Are beauty programs for cancer patients dangerous? Episode 107

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Quick follow up on curly haircow_and_milk_by_paulh18-d2y9a51

Last time we talked about how to moisturize curly hair. That generated a ton of discussion on our website. I wanted to give you one quick update which is an article I stumbled across about using combing creams to moisturize curly hair. These are essentially a detangled mixed with a styling cream and if they’re properly formulated they’re really good at controlling frizz and defining curls. The funny thing is the article which was published in Glamor of September 2015, talks about combing creams as if they’re a brand new invention. Specifically they said there were discovered by the founder of Carol’s Daughter on a recent trip to Brazil. We worked on these for mass market brands about 4 years ago, and there were already other products on the market at that time. So even Glamor isn’t fully plugged into the hip world of beauty products – remember that the next time you criticize us! Link

Cow pee and other strange beauty ingredients

You know Randy we here at the Beauty Brains love stories of strange ingredients found in beauty products. Remember the story about amniotic fluid, sheep placenta, bird droppings and snail slime? Well, cosmetic marketers never seem to run out of strange things to add and here is a story to prove it. The latest craze coming out of India is using cow dung and cow urine in cosmetics. According to the story these ingredients have been traditionally used in Ayurvedic medicines and they are now making their way into cosmetics.

Venkatesh Abdeo, the founder of beauty company Vishwa Hindu Parishad, claims that cow urine can help clear up skin blemishes. And it has the added benefit of developing a new stream of income for farmers across India. Also, researchers in Korea are conducting studies on various cow parts and extractions and they claim that an extract obtained from a cow’s placenta is able to re-grow hair and treat baldness. They say it’s a cheap equivalent to minoxidil. It sounds to me like they are milking these cow ingredients for all they are worth. Quite frankly, I’m un-moooved by their claims. There may be component ingredients you can get from cows that will help combat skin or hair problems, but I doubt that cow extracts are the best source for these ingredients. This whole thing sound a bit un-bull-levable.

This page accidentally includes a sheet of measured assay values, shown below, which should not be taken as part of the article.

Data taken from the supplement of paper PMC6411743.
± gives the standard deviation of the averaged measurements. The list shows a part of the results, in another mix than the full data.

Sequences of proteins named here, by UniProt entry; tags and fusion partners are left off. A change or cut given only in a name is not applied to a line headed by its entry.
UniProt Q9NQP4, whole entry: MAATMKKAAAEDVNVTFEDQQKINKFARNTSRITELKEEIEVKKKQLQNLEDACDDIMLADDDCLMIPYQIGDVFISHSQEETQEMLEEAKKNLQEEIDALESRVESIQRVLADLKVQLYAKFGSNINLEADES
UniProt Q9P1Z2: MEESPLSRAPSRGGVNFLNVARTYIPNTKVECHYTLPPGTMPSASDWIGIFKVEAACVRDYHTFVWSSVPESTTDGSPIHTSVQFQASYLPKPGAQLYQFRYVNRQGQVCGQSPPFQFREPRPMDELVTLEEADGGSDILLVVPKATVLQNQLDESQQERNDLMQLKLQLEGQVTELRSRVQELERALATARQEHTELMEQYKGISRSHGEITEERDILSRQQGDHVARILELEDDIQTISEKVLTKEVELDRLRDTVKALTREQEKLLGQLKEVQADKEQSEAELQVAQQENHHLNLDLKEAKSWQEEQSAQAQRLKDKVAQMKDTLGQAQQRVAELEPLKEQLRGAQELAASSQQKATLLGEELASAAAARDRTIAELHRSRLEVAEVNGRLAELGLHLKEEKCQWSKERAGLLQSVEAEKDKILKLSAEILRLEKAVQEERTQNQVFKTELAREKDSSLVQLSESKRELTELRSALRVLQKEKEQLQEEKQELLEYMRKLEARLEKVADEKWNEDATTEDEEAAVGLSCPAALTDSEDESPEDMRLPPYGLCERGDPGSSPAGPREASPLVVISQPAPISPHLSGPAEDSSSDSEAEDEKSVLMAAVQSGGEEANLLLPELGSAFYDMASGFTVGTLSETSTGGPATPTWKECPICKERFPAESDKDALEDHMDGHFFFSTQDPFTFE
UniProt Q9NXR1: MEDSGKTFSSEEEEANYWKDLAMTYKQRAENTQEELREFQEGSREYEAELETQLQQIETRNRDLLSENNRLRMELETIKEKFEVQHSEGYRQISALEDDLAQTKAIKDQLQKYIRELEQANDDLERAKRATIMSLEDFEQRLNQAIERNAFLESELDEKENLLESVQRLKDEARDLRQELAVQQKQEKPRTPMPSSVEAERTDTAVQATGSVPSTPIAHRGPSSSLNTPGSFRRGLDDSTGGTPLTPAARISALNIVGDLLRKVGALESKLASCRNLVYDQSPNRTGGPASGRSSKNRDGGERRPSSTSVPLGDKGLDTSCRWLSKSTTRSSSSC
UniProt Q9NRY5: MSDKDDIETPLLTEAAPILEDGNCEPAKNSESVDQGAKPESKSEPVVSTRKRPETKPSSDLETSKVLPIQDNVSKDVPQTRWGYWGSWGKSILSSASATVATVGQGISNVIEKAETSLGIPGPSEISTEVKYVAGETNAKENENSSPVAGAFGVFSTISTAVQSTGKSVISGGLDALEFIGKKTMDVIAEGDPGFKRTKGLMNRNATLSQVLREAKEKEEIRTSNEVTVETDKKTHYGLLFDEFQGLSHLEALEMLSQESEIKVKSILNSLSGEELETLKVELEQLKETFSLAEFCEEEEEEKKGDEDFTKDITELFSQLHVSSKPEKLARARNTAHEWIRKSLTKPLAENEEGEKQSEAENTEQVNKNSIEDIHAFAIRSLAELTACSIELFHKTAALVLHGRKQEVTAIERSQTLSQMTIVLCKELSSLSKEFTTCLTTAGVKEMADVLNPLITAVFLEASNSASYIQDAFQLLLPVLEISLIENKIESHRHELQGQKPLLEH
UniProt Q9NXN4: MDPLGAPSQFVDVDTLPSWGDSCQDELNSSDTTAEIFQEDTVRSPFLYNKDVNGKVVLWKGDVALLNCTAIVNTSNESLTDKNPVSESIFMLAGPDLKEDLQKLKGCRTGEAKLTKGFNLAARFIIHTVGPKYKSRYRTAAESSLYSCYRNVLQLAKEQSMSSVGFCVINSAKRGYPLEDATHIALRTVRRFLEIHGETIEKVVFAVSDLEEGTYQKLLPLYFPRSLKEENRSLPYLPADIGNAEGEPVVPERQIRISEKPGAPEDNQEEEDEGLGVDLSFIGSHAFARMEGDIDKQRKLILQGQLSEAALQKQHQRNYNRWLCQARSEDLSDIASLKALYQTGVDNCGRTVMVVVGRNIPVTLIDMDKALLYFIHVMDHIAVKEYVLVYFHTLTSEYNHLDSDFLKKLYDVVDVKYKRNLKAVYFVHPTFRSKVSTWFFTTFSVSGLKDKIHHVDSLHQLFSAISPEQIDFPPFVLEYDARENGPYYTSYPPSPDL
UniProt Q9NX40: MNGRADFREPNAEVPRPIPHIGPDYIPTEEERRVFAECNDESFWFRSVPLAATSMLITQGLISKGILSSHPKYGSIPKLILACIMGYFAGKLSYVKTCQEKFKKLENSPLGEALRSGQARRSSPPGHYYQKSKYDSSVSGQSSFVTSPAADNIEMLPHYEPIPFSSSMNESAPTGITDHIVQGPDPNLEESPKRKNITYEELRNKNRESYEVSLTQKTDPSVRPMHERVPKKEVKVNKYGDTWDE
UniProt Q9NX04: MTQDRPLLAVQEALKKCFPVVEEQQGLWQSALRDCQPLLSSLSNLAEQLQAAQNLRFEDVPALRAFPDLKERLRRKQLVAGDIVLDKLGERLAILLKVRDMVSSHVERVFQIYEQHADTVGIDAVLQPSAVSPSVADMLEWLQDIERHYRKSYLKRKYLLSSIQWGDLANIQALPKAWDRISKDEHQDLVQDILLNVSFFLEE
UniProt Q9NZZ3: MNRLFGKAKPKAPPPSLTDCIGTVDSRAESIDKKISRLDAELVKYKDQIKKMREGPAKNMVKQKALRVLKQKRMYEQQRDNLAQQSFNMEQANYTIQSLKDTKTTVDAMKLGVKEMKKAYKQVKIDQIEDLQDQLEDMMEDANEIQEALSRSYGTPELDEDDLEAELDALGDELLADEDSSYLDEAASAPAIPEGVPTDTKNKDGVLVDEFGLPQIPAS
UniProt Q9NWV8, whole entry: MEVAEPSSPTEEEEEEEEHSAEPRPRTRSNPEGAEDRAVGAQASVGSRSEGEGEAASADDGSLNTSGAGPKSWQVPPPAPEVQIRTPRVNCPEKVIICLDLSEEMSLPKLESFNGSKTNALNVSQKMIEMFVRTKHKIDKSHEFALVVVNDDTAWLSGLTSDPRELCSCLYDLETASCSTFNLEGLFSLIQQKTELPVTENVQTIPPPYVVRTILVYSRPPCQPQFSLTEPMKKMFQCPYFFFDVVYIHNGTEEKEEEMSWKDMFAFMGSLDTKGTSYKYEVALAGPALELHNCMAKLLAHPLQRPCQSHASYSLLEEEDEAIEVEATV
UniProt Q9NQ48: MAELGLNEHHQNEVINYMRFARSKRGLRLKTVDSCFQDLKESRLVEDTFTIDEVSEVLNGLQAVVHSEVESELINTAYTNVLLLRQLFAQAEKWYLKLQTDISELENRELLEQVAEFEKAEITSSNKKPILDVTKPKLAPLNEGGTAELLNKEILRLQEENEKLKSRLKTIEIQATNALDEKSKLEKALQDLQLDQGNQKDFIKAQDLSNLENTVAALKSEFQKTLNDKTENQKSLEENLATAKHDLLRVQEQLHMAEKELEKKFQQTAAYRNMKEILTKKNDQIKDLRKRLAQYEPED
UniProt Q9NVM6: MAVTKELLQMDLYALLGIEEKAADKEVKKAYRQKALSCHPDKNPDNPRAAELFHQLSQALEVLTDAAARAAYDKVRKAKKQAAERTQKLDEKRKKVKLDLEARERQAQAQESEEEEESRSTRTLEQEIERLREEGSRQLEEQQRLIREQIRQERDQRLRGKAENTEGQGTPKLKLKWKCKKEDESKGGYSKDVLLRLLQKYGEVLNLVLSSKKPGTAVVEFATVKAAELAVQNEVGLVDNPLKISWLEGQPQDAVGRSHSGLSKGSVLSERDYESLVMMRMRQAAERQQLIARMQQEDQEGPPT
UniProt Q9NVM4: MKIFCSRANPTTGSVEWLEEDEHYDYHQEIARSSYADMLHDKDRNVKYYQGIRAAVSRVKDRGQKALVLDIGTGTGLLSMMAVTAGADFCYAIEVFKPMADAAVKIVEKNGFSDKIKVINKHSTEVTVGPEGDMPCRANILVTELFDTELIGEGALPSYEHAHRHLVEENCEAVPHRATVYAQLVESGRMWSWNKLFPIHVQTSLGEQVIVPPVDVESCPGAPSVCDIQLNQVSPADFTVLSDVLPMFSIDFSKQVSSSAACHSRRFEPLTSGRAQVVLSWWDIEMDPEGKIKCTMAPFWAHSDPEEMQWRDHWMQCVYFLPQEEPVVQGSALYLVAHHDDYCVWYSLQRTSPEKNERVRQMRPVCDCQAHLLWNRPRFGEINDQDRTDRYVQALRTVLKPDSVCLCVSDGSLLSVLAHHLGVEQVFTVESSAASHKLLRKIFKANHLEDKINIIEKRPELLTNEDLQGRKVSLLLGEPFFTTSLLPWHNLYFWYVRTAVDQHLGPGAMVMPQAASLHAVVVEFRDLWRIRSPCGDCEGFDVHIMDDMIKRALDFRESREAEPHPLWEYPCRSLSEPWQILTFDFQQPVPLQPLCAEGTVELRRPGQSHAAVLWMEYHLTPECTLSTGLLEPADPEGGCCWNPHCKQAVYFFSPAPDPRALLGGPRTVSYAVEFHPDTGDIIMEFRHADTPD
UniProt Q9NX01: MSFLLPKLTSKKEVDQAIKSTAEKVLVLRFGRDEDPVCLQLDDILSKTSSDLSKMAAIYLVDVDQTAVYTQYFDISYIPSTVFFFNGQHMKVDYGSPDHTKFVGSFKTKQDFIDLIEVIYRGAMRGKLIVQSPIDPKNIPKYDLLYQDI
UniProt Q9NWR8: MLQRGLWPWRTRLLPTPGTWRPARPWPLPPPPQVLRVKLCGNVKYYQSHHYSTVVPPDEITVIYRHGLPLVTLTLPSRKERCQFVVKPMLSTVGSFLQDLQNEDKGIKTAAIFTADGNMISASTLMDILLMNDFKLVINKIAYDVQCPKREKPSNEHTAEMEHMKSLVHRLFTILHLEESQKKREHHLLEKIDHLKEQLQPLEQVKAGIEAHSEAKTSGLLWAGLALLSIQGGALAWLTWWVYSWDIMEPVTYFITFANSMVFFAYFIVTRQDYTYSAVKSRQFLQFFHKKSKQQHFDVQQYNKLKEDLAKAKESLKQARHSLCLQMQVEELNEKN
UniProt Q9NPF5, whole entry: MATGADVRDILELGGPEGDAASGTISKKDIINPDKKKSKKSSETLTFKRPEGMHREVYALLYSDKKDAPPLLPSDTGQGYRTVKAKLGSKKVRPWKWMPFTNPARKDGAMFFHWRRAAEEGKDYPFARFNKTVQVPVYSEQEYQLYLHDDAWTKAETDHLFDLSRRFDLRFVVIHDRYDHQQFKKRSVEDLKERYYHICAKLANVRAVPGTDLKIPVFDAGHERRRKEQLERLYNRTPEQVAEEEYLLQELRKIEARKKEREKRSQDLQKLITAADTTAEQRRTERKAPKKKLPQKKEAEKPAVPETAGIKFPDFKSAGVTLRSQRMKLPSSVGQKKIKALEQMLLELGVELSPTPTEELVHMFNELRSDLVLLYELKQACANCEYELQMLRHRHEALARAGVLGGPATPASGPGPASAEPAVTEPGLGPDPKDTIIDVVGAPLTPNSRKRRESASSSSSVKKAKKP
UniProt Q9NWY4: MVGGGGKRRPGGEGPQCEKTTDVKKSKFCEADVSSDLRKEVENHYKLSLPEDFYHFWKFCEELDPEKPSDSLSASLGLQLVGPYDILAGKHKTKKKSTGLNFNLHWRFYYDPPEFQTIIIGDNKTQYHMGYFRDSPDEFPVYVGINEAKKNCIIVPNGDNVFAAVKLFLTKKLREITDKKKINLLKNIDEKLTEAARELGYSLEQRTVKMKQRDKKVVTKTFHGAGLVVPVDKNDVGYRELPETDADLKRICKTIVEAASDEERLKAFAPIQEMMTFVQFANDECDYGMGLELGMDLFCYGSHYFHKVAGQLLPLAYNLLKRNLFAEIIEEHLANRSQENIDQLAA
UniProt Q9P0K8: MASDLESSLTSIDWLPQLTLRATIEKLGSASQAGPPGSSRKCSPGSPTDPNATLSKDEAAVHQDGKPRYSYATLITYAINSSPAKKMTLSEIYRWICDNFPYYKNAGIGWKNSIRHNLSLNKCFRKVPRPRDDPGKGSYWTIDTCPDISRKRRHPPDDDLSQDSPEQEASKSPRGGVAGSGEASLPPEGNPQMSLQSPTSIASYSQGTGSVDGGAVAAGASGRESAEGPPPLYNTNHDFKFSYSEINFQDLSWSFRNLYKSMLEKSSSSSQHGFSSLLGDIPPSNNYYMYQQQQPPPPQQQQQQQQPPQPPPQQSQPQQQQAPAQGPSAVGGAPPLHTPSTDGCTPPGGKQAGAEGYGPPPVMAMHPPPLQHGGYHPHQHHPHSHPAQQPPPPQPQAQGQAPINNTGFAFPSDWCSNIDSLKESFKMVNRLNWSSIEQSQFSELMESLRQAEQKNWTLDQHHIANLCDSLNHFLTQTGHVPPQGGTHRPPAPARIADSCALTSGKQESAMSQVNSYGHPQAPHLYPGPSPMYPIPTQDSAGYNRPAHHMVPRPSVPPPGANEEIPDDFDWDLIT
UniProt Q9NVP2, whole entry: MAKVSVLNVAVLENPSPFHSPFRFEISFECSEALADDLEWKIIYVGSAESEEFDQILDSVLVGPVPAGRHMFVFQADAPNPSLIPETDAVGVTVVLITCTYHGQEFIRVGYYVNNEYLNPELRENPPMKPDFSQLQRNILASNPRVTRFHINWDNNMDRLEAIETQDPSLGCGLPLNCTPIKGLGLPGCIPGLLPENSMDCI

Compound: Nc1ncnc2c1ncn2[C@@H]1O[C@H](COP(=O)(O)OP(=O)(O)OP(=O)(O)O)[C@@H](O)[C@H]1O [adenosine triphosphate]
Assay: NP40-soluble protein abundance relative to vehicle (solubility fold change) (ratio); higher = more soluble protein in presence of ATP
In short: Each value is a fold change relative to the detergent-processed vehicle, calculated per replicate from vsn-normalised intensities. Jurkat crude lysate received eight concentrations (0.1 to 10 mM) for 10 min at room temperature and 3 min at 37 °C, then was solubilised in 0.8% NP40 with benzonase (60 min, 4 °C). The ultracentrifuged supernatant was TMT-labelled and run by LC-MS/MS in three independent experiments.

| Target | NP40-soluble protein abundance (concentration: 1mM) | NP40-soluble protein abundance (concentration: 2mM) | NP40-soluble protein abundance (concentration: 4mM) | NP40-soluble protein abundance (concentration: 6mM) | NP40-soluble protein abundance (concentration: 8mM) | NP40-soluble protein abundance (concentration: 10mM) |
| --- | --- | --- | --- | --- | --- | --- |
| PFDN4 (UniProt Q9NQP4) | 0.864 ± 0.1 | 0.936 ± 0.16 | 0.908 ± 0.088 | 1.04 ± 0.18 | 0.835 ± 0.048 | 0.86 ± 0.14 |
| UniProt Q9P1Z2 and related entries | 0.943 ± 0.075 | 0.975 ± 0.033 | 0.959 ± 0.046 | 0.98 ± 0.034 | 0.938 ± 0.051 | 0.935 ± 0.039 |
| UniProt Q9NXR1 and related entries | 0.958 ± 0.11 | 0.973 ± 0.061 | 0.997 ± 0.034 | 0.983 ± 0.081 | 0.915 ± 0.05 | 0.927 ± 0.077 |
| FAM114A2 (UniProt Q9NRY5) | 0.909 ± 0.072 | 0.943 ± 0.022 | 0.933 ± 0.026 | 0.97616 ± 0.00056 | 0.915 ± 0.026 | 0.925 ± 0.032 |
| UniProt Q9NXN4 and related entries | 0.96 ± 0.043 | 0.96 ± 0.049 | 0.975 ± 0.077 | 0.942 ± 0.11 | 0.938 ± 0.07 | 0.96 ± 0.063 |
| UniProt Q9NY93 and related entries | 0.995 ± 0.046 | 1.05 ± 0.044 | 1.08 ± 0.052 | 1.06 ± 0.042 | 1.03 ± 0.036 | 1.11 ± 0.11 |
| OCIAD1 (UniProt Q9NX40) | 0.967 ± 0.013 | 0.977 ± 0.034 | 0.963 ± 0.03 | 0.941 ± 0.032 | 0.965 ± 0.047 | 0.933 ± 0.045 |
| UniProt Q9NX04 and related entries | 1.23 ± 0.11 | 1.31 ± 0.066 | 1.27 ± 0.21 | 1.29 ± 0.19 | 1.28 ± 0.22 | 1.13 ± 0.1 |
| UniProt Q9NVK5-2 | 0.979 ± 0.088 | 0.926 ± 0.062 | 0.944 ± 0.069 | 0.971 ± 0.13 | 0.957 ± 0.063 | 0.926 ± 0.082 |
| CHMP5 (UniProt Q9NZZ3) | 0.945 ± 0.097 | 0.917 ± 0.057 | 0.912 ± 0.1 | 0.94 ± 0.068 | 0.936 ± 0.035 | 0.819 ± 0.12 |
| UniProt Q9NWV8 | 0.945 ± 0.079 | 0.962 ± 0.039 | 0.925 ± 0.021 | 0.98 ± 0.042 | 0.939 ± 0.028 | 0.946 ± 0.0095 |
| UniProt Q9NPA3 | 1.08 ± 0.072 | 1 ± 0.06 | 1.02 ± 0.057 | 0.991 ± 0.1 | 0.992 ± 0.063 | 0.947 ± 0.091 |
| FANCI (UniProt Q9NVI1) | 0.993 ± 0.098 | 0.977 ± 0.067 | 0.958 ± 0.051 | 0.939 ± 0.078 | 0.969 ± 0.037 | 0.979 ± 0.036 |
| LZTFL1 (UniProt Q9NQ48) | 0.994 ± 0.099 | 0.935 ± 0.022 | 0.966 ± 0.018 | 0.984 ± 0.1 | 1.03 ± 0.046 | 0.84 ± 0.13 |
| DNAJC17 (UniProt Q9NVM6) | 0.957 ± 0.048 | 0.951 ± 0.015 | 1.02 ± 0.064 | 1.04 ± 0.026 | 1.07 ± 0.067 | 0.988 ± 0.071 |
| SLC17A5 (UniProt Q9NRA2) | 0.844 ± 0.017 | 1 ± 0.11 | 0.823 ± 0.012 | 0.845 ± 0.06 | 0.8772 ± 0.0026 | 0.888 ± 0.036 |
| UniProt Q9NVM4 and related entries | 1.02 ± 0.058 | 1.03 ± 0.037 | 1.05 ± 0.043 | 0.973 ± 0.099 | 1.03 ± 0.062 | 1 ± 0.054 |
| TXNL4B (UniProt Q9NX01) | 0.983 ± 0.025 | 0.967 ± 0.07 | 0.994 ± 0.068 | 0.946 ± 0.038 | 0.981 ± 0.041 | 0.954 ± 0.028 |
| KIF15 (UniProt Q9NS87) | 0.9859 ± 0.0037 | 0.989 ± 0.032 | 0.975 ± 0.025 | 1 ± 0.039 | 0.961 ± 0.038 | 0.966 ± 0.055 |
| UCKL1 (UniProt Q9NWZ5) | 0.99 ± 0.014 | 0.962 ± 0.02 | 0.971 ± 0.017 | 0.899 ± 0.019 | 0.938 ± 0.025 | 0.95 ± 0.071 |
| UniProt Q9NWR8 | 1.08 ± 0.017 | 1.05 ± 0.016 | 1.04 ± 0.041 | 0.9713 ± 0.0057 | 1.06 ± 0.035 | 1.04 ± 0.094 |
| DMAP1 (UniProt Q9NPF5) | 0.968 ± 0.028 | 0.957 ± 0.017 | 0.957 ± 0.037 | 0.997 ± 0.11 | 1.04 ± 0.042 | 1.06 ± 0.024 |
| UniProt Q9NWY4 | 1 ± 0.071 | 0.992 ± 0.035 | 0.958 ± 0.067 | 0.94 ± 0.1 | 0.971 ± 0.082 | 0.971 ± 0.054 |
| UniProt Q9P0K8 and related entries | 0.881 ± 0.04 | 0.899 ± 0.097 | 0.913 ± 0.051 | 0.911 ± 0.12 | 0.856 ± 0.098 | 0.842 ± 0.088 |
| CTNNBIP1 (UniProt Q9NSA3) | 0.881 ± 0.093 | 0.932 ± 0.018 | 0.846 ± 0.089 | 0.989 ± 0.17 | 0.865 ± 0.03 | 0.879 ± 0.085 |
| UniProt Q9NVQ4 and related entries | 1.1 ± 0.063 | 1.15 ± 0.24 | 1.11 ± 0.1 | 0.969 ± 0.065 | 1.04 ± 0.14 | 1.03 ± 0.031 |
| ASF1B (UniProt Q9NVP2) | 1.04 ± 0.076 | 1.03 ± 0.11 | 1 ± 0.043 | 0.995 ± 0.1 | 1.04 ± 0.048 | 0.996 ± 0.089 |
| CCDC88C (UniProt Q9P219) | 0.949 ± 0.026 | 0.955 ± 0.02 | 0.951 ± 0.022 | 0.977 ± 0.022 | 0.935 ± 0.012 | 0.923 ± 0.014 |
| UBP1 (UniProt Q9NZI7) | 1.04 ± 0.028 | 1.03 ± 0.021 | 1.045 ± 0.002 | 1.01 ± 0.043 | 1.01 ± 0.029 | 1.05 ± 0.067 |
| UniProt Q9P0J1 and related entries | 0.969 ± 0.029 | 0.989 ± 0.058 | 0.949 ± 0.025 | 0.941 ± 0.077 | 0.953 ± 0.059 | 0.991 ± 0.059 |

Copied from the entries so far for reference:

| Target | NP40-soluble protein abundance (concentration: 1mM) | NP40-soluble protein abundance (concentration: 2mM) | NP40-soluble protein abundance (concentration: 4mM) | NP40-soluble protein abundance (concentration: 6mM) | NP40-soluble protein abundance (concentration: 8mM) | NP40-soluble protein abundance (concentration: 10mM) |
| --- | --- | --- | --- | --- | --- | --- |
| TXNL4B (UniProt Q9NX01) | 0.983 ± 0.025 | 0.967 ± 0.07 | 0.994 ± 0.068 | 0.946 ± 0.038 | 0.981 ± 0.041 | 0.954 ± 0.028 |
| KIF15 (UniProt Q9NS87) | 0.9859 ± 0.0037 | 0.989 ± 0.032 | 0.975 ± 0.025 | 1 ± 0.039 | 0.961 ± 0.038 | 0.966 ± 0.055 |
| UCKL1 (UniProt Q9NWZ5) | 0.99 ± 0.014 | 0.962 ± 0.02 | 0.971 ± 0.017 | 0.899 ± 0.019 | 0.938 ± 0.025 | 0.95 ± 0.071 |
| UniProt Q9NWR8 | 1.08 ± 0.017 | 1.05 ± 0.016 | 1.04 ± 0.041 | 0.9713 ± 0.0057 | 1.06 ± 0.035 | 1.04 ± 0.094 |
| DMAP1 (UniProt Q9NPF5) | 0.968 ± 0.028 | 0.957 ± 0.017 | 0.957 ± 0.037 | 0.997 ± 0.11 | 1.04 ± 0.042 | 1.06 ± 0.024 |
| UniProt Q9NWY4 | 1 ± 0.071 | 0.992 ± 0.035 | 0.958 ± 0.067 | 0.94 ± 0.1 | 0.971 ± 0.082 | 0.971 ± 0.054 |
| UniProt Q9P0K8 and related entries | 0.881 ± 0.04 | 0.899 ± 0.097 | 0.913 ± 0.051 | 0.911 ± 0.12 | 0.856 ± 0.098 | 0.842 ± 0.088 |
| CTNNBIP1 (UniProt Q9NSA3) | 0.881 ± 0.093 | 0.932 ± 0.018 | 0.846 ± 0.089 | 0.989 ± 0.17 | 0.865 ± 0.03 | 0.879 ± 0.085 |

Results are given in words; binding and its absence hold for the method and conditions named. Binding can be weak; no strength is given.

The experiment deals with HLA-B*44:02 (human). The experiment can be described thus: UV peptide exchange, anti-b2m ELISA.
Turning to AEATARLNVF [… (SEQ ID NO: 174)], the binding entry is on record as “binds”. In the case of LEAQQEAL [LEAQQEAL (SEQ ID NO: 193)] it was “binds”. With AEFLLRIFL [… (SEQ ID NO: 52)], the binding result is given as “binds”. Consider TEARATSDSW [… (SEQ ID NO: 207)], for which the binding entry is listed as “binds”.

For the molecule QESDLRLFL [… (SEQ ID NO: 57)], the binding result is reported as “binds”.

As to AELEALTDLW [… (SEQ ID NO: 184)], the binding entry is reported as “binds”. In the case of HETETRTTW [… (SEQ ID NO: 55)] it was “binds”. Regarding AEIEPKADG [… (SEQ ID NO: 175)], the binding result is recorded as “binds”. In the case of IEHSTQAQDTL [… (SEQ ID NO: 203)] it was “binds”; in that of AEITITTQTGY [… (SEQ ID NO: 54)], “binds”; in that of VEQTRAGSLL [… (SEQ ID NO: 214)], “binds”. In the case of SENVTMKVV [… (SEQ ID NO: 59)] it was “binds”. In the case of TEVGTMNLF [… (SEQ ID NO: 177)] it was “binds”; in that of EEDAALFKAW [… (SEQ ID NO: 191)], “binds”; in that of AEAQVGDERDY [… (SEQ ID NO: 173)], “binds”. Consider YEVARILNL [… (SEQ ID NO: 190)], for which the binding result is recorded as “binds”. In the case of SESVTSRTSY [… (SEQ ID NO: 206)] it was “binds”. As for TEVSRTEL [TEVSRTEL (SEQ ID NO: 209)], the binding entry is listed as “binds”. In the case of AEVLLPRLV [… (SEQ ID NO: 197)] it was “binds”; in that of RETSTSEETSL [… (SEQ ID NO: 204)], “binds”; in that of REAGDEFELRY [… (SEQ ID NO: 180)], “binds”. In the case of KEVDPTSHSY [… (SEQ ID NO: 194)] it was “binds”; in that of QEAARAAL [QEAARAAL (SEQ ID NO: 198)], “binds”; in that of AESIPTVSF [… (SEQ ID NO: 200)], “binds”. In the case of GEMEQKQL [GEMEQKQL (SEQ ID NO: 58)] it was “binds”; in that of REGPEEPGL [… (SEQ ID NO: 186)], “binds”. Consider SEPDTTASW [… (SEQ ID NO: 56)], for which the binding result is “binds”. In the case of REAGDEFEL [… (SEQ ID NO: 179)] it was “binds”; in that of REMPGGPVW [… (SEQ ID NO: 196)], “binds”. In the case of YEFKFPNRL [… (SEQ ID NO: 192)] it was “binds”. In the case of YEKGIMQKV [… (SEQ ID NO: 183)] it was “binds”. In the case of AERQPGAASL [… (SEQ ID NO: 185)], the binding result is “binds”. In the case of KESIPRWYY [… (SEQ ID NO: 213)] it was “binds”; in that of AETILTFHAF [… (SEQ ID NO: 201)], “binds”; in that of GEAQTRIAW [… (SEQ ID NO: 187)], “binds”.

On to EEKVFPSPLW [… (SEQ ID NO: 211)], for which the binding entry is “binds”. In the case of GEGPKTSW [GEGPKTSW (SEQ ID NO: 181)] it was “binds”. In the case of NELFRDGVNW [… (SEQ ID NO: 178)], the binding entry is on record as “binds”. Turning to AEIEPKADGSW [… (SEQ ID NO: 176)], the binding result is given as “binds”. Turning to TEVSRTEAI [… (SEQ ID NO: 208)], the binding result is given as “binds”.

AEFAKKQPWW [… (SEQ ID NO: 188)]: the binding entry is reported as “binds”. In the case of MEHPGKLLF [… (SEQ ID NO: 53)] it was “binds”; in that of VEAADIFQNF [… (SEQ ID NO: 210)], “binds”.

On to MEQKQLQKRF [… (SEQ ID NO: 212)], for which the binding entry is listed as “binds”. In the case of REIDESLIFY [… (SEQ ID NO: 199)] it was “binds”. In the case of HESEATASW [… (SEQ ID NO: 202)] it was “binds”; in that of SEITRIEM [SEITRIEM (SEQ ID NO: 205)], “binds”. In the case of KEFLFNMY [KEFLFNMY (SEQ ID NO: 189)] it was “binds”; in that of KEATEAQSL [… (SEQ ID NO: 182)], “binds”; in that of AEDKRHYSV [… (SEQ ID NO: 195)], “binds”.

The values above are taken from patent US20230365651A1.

It does make me ponder…what will be the next crazy ingredient used in cosmetics? Here are a few predictions.

1. Mammoth extract – an amazing antiaging ingredient taken from frozen wooly mammoths

2. Maggot mucous – using the secretions of maggots to moisturize hair

3. Squid ink – People are going to harvest the ink sprayed from squids as the latest new anti-gray hair ingredient.

The hairy truth about hair extensions


First of all, let me say point out that the source of this story is the website Refinery 29 and it’s long overdue.
Second, this is kind of a followup to a story we did back in episode 29. Remember we talked about busted that myth about hair extensions being sources from human corpses? We discussed both synthetic and real human hair extensions and talked about the “hair collecting” companies that make them? We warned our listeners about the quality…
Well, I guess more need to listen to that show because according to R29, Riqua Hailes, (Rica Ales) the owner of an LA salon chain Just Extensions recently was shocked to find that she had spend over $10,000 on hair extensions that were really only worth about $200. Riqua was so upset that she flew to China to visit the supplier which led to the making of a documentary “Just Extensions” which documents her travels to not only China but also Cambodia, India, Brazil and Peru.

The point of her trip was to figure out how hair used in extensions was sourced and processed. (Couldn’t she have just listened to our podcast?) What she found was “shocking.” I”ll quote the article:

“At a Chinese factory, Hailes watches in amazement as workers dump “fallen hair” — the strands and split ends that flutter off women’s heads every day — into buckets where they’re soaked in germ-killing acid. Later, they’re mixed with synthetic fibers to create extensions marketed as Brazilian or Indian hair. In Brazil, she discovers horse tails being sold as extensions.”